After I had finished, my waitress brought the bill upon my request and probably watched my face sag in momentary horror when only then did she decide to inform me that they do, in fact, not have a card facility and thus, it run on a strictly, ‘cash only’ policy.
However, she managed to quickly reassure me by telling me that there was a Cash Express ATM just next door in the Castle’s main foyer/reception area and that I could go there to withdraw the necessary amount before coming back to settle the bill.
This seems a tad risky to me (after all, you don’t know what some people are likely to try get away with…) but I think it is testament to their working on a trust basis… another nice feature, I feel.
After I had duly gone next door to the Absa ATM (you can make withdrawals of a minimum of R50 and upwards), she went off to get my change.
Although I asked her to add the tip to the due amount, she brought back the full change so I merely slipped the tip into the leather ‘folder’ and left it on the table before regretfully leaving both the restaurant and the Castle itself a few minutes later.
Now, for the overall rating of De Goewerneur… It receives a firm 9/10 rating from me for the following reasons:
It offers visitors a beautiful and rather special setting, with lovely seating options both indoors and out, a quiet, relaxed vibe even at its most busy periods (and despite the firings of the cannon… the cannon went off for the third time whilst I was in the restaurant around 13:00 p.m. and still made all of us jump slightly. I swear, the booms seem to just grow louder with each firing…), efficient, friendly and welcoming staff and a very hands-on manager and/or owner, tasty food and drinks, good pricing and above all, speedy service and quality offerings.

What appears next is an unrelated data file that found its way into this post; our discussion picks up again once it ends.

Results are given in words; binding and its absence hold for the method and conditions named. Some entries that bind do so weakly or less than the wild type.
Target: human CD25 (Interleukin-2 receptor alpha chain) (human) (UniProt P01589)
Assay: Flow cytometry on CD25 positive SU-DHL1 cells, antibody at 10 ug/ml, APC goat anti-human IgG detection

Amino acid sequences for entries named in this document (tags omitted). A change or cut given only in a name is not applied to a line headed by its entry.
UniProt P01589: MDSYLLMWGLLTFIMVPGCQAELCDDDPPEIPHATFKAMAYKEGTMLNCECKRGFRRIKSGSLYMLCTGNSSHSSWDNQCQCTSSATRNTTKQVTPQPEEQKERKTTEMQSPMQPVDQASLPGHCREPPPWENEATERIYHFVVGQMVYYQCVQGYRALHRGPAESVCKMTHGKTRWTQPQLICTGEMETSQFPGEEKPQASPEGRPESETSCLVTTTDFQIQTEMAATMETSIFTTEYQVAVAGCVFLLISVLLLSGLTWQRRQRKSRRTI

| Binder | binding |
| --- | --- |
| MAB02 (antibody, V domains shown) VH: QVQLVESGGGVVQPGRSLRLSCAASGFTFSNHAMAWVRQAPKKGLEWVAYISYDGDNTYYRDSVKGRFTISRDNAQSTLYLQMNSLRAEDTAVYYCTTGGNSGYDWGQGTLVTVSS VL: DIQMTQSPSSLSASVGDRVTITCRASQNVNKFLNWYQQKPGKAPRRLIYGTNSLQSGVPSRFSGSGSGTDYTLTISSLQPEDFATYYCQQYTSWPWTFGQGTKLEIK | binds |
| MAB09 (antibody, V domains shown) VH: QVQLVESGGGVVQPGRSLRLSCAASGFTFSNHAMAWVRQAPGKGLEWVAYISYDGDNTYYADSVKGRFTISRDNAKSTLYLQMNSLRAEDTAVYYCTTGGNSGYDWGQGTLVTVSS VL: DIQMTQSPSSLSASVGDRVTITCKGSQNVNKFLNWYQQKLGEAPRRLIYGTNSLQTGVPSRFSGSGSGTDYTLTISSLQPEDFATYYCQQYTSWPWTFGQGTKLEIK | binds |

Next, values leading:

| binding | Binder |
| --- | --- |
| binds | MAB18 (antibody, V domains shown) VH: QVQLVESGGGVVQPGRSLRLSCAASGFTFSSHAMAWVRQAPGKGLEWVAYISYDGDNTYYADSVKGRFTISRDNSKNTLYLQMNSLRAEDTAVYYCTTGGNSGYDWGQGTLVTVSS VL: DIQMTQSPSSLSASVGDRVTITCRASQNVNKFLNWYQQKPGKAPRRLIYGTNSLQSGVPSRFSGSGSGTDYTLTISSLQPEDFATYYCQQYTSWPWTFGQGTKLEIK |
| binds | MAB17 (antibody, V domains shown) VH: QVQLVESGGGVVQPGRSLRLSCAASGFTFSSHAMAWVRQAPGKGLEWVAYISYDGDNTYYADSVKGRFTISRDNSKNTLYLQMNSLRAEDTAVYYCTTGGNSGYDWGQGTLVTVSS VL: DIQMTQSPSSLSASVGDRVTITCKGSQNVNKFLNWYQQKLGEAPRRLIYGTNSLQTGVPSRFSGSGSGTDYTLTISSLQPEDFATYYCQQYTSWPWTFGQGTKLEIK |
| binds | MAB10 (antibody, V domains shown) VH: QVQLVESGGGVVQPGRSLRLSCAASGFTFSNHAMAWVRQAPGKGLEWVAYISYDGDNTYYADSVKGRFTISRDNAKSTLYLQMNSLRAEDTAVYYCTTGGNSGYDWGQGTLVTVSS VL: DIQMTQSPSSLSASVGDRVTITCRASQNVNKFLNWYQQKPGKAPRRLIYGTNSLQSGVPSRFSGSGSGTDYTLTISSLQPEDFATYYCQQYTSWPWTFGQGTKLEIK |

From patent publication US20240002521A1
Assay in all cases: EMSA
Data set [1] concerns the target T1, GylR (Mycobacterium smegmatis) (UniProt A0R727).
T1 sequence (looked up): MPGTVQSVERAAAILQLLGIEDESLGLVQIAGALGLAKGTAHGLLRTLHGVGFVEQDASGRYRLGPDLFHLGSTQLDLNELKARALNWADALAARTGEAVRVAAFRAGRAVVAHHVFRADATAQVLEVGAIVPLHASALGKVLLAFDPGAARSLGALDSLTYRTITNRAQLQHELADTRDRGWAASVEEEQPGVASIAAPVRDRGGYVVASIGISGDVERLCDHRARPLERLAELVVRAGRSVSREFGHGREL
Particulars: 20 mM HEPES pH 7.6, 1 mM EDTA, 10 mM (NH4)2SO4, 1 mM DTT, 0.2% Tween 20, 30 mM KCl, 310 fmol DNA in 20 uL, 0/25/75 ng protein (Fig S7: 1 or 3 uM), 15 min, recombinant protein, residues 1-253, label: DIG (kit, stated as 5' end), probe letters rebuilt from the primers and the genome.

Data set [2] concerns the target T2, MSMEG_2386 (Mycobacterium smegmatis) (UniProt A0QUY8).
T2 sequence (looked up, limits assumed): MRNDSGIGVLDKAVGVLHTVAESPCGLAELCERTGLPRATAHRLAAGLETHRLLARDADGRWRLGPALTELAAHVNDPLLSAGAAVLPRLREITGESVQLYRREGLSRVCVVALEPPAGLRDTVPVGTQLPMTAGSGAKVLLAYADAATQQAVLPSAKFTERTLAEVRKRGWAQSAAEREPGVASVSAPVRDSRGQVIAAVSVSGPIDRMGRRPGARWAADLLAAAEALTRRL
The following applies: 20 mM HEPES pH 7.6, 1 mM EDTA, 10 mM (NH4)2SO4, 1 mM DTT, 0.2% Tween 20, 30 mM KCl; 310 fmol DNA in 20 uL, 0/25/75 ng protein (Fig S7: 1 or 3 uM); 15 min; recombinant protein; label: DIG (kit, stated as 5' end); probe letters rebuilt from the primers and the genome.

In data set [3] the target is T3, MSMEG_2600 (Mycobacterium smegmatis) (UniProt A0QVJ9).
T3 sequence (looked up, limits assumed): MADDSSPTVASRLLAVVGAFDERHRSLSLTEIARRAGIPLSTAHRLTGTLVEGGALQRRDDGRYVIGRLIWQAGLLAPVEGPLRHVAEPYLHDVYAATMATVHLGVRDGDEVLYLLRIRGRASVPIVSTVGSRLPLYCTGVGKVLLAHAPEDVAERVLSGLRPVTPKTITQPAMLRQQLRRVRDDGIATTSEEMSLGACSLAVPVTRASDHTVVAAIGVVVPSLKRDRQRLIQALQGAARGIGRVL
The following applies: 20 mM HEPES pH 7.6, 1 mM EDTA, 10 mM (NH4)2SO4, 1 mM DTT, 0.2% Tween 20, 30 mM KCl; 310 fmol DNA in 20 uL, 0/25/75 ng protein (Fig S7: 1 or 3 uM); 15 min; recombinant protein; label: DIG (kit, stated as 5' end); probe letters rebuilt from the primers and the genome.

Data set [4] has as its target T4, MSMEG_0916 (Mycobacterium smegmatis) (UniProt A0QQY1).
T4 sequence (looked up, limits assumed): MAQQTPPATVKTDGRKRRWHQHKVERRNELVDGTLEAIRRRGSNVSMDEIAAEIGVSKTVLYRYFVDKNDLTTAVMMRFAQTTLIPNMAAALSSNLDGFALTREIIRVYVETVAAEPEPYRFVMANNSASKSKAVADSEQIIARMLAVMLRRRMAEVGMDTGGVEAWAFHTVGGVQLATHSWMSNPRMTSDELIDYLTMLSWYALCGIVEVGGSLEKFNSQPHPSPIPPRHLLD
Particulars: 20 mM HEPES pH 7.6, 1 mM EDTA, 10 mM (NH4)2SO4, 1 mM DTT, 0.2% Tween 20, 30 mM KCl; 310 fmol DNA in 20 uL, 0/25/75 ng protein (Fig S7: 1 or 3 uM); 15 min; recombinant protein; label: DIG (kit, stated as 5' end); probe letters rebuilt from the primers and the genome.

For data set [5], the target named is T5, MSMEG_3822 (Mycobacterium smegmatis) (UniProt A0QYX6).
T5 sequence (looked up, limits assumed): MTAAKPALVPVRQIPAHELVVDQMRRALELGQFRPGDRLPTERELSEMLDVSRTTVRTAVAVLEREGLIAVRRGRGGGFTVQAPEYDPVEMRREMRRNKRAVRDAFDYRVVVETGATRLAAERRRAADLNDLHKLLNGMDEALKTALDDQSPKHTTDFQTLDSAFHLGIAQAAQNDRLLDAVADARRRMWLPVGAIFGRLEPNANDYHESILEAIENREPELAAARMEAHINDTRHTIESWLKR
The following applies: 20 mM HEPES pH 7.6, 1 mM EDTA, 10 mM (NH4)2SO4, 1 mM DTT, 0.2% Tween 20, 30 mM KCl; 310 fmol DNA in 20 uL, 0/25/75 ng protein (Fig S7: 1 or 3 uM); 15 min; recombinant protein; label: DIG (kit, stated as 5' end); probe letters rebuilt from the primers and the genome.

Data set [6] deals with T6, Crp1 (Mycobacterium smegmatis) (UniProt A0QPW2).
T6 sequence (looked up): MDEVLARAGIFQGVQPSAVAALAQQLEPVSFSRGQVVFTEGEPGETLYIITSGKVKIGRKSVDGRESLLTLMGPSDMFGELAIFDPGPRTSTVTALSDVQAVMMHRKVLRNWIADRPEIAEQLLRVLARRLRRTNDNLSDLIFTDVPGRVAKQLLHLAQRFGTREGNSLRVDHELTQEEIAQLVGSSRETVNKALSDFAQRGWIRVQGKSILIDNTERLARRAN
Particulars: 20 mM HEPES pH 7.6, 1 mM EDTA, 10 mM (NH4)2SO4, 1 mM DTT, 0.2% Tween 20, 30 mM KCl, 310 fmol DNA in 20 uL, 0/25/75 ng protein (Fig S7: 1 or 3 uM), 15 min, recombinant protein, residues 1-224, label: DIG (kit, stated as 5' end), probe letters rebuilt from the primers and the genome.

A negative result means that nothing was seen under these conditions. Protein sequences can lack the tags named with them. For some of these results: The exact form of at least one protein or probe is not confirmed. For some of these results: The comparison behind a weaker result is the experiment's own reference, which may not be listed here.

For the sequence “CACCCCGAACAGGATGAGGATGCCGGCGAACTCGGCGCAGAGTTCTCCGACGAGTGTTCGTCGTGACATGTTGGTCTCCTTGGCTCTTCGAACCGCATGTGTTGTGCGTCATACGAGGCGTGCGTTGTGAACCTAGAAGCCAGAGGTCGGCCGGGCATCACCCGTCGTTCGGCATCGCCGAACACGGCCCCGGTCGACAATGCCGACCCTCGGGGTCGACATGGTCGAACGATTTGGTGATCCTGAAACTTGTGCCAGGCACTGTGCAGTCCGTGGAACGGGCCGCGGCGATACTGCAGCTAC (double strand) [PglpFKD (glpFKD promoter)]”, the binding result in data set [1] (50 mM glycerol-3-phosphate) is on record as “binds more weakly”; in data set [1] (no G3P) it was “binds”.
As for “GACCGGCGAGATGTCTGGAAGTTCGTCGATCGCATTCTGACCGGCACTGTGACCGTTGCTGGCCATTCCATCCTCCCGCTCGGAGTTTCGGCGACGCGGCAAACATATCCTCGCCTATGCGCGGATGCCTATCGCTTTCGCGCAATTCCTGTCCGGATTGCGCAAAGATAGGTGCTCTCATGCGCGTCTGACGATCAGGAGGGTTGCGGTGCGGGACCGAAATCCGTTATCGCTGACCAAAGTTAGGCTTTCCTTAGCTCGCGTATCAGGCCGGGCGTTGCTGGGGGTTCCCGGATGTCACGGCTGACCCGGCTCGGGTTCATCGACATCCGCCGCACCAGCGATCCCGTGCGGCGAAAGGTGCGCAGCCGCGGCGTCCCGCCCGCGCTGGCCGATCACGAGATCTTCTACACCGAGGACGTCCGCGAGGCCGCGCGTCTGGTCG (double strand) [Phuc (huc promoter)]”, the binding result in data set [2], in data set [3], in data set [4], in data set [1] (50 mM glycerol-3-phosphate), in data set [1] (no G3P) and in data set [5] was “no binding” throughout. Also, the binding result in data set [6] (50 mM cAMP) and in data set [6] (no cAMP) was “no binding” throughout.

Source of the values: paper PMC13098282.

De Geowerneur is a must if you visit the Castle of Good Hope and have some free time on your hands, as it’s no doubt a restaurant even the Gov. would have been thought highly of!
For more info. on De Goewerneur, you can call Sinovuyo directly on: + 27 (021) 787 1202.
(Please note: They also offer function bookings.)
Many thanks to De Geowerneur Restaurant and Coffee Shop‘s menu (and signage) for the additional info. used in this post.
Author: Tamlyn Amber Ryan
Content writer by day and blogger by night, Tamlyn Ryan passionately runs her own travel blog, called Tamlyn Amber Wanderlust, from her home base of Cape Town, South Africa. And, despite a national diploma in Journalism, in her free time, Tamlyn’s preferred niche remains travel writing.
Tamlyn is a hopeless wanderer, equipped with an endless passion for road trips, carefully planned, holiday itineraries and, above all else, an innate love for the great outdoors.